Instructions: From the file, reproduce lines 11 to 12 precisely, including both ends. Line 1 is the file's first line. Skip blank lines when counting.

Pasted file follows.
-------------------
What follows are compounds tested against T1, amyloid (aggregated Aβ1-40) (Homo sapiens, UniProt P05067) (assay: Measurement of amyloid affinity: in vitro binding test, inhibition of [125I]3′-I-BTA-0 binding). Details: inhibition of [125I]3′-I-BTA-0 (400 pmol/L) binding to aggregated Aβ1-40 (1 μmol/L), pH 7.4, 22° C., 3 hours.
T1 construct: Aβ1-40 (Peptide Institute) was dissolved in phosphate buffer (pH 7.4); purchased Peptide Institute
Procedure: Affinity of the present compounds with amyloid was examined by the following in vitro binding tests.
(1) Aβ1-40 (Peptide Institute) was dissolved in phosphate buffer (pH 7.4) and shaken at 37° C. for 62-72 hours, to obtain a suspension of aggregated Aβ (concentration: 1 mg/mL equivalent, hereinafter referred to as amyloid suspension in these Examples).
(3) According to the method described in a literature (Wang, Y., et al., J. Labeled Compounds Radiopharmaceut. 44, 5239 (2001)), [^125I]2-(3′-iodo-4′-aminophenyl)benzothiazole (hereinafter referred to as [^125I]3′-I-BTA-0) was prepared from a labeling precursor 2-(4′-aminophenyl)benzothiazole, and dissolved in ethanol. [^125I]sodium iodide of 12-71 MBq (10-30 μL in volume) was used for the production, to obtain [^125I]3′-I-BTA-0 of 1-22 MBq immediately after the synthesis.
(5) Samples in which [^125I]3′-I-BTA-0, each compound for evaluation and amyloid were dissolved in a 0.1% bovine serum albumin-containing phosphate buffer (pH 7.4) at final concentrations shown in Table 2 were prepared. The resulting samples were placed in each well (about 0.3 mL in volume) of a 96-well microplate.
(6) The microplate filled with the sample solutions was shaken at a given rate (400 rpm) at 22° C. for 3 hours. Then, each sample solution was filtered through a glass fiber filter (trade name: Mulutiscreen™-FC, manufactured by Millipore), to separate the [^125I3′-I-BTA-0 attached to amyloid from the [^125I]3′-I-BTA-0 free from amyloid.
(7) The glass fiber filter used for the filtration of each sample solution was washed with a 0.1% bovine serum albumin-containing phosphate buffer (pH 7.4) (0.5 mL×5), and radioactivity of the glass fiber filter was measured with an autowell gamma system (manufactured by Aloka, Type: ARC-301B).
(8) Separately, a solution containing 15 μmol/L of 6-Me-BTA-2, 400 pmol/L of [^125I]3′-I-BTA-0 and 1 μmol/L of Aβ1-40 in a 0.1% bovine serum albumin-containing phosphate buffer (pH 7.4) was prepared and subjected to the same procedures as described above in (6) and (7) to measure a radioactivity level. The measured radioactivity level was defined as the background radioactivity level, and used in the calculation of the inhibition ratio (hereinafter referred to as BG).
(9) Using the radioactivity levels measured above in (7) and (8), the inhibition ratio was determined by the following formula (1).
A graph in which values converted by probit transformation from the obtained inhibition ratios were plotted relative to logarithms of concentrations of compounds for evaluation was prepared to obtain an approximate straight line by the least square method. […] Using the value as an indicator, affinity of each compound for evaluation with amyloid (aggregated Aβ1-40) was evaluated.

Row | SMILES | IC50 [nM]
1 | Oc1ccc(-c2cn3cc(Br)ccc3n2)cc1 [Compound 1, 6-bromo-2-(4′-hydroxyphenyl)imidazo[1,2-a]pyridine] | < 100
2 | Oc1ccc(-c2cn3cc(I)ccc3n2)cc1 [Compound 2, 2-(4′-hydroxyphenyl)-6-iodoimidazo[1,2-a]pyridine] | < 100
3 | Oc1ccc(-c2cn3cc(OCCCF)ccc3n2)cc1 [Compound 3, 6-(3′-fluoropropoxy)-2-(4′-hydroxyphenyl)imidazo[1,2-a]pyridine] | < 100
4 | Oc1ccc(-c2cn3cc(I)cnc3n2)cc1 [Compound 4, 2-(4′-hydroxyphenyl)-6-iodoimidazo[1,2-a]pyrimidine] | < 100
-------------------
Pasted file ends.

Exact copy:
A graph in which values converted by probit transformation from the obtained inhibition ratios were plotted relative to logarithms of concentrations of compounds for evaluation was prepared to obtain an approximate straight line by the least square method. […] Using the value as an indicator, affinity of each compound for evaluation with amyloid (aggregated Aβ1-40) was evaluated.

Row | SMILES | IC50 [nM]